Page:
Aspartame free electrolyte drinks?

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  • Aspartame free electrolyte drinks?
  • Might not last long, but currently trying to avoid aspartame – I’ve come to believe that it was aspartame intake that was likely to be responsible for my brain tumour in the first place and for a recurrence of it last year.

    So are there any aspartame free electrolyte drinks out there? I’ve tended to use powdered stuff like Lucozade sport on longer rides, and if I don’t then usually end up cramped at the top of climbs. I’m riding the London to Paris ride next June and will be doing a fair bit of indoor training on the turbo and spinning classes so am thinking that keeping the fluid & electrolyte intake up will be quite important for the longer road rides at weekends.

    Anyone out there use those Nuun tablets, do they have the dreaded aspartame in them? Or are there any handy home brew concotions that people use? I’d prefer the convienience of a none-home brew, but that depends if there is a none aspartame over the counter preparation.

    iDave
    Member

    250ml water, 250ml fruit juice of your choice and 1/4 teaspoon of salt. sorted. seriously. as good as it gets.

    Premier Icon geoffj
    Subscriber

    Looks like the High5 ones don’t use aspartame http://www.highfive.co.uk/zero.php

    iDave
    Member

    Any commercial drinks will be no more effective than the recipe I suggest, they just cost more. You could use what you save to buy whiskey.

    TooTall
    Member

    http://www.eletewater.co.uk/

    Nothing but praise for this stuff. I’ve been using it in my Camelbak for months now and not suffered with the cramps. given I sweat like a fat lass in a chocolate factory, I tend to notice cramp quickly. This stuff has almost no taste and works for me.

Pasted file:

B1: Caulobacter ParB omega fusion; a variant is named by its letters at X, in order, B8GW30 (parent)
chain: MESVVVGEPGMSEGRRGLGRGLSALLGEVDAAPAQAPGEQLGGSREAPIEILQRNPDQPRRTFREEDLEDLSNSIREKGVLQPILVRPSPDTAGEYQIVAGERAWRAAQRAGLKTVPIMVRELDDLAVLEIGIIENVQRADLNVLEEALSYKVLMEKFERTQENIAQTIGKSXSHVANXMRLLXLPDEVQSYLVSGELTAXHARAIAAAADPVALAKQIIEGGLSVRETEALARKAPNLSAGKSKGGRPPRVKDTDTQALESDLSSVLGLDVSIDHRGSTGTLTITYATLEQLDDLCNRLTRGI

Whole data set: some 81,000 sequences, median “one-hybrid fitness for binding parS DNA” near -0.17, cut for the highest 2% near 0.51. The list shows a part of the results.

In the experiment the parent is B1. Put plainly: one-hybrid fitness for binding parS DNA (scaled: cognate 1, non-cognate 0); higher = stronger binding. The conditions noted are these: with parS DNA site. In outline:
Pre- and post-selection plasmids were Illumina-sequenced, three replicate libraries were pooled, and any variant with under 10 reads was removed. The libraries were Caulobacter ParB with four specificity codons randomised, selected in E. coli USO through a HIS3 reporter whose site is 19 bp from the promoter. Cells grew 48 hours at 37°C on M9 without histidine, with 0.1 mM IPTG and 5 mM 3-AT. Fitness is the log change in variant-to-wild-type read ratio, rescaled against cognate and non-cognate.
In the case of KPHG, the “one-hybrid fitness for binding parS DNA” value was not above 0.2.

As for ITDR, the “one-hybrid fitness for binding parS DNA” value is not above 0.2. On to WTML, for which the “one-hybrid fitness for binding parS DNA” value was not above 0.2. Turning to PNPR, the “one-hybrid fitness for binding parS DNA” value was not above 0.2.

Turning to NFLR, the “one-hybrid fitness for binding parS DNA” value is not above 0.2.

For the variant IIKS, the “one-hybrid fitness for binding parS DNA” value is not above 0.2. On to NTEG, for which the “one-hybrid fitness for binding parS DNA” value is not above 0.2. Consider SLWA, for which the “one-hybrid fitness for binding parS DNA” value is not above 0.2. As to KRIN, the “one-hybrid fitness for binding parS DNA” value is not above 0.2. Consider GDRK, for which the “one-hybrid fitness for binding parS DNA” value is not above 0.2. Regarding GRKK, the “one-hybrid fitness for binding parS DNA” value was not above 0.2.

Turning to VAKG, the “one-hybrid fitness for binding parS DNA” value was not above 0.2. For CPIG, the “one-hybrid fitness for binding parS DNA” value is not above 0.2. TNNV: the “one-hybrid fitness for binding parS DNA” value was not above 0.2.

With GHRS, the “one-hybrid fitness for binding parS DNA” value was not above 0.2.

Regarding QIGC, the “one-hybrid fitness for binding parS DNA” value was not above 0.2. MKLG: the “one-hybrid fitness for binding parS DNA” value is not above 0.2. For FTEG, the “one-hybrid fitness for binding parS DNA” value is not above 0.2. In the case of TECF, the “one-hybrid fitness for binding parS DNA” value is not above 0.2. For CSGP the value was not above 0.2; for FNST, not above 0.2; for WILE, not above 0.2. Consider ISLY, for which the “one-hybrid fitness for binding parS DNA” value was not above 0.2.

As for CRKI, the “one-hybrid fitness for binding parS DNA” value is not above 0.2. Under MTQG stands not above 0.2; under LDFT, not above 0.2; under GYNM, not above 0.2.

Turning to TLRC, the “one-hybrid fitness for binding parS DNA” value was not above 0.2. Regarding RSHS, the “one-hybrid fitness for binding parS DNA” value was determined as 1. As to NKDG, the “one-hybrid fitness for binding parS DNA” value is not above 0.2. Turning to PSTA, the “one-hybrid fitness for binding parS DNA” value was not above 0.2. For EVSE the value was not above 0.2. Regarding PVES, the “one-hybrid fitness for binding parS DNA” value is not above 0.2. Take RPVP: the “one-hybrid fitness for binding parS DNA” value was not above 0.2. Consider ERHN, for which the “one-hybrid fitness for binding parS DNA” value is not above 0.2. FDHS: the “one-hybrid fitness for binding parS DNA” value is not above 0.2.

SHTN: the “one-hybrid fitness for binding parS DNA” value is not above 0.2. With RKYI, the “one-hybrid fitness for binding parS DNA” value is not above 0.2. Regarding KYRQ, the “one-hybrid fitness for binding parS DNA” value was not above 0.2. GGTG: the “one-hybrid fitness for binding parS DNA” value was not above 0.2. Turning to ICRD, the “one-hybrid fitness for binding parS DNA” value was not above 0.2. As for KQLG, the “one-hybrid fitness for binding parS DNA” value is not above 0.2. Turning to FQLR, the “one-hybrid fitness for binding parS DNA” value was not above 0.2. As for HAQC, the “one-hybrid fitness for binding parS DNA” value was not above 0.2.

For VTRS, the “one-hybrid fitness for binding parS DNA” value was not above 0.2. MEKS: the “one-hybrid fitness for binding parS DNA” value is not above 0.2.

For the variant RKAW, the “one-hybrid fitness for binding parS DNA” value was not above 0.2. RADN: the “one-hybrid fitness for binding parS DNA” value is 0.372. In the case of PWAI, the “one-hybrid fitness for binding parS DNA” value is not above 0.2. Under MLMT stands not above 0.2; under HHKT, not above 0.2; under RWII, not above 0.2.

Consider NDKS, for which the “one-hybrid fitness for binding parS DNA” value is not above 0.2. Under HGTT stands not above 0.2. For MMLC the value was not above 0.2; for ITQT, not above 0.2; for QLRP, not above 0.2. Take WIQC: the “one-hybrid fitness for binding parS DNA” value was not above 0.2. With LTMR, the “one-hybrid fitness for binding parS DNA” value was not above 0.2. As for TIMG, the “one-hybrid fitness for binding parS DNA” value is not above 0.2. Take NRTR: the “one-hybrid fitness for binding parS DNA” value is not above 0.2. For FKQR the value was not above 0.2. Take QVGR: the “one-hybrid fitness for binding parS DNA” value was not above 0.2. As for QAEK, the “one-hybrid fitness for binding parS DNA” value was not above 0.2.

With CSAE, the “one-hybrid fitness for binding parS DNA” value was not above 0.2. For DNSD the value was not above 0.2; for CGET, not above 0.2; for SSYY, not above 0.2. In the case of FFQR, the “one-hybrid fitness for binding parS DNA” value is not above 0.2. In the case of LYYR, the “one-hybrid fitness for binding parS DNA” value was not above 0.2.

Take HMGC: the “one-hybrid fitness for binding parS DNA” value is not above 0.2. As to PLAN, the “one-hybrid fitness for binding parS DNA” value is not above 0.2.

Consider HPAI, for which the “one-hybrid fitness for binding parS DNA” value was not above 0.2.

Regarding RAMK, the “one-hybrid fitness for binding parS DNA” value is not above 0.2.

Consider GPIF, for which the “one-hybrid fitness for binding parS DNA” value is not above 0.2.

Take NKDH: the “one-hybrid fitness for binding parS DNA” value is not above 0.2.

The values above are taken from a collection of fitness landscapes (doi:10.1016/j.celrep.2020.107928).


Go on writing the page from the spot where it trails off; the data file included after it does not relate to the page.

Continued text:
Premier Icon DaRC_L
    Subscriber
    Premier Icon cp
    Subscriber

    Torq doesn’t have any artificial sweeteners at all.

    and they’re very tasty & easy on the stomach.

    [edit] though they have calories as they are an energy drink as well… rather then ‘just’ electrolytes.

    Premier Icon pedalhead
    Subscriber

    Yep, if you’re really just after an electrolyte replacement drink, the Elete drops seem to work well. For a carbohydrate “energy” drink, I also avoid aspartame in my diet & have used Torq powder for years. I quite like iDave’s idea though, will try that out.

    OK, thanks for that information guys, I’m glad there are some “convienience” products out there, will track down & try some during the winter – anyone used any of the above & experienced bad stomachs etc?

    I’m thinking electrolytes, especially for indoor training as I want to avoid excess calorie intake that might jeopardise weight loss progress too – will probably use an “energy” drink on the outdoor rides to try and avoid hunger knock.

    Premier Icon thisisnotaspoon
    Subscriber

    Any commercial drinks will be no more effective than the recipe I suggest

    Except yours lacks magnesium, calcium, potasium, carbonate and a few other ions I can’t recall of the top of my head.

    myprotein.com sells electrolyte powder at a fraction of the cost of the various tablets/bottles/branded stuff, 1 small scoop per litre is the recomended dose, but that seems quite strong IME, but then I dont like the taste of salt.

    They also sell maltodextrin so you can alter the electrolyte/carb mix in your drink for different conditions (no carbs on the turbo, lots on a winter all day ride for example).

    Premier Icon Simon E
    Subscriber

    High5 Zero still contain three artificial sweeteners – Sorbitol, Saccharine, Acesulfame K. I see they’ve removed the bragging page claiming that their products contain no artificial crap though still claim “We Do Not Use Artificial Sweeteners” elsewhere on the site.

    Nuun tablets contain Acesulfame K.

    No artificial sweeteners or other trash in Torq or Bikefood energy drinks or Elete electrolyte.

    dan1980
    Member

    @missingfrontallobe

    What makes you belive that your aspartame intake was responsible for your tumour?

    I was under the impression that the few studies claiming a link between aspartame and cancer had been largely discredited.

    Clobber
    Member

    high5 zero seriously upsets me!!!! AVOID…

    I used to be a large consumer of diet drinks Dan, and between diagnosis & first surgery and diagnosis of recurrence I didn’t make many changes. Since second surgery & a clear scan in august I’d started to modify lifestyle somewhat.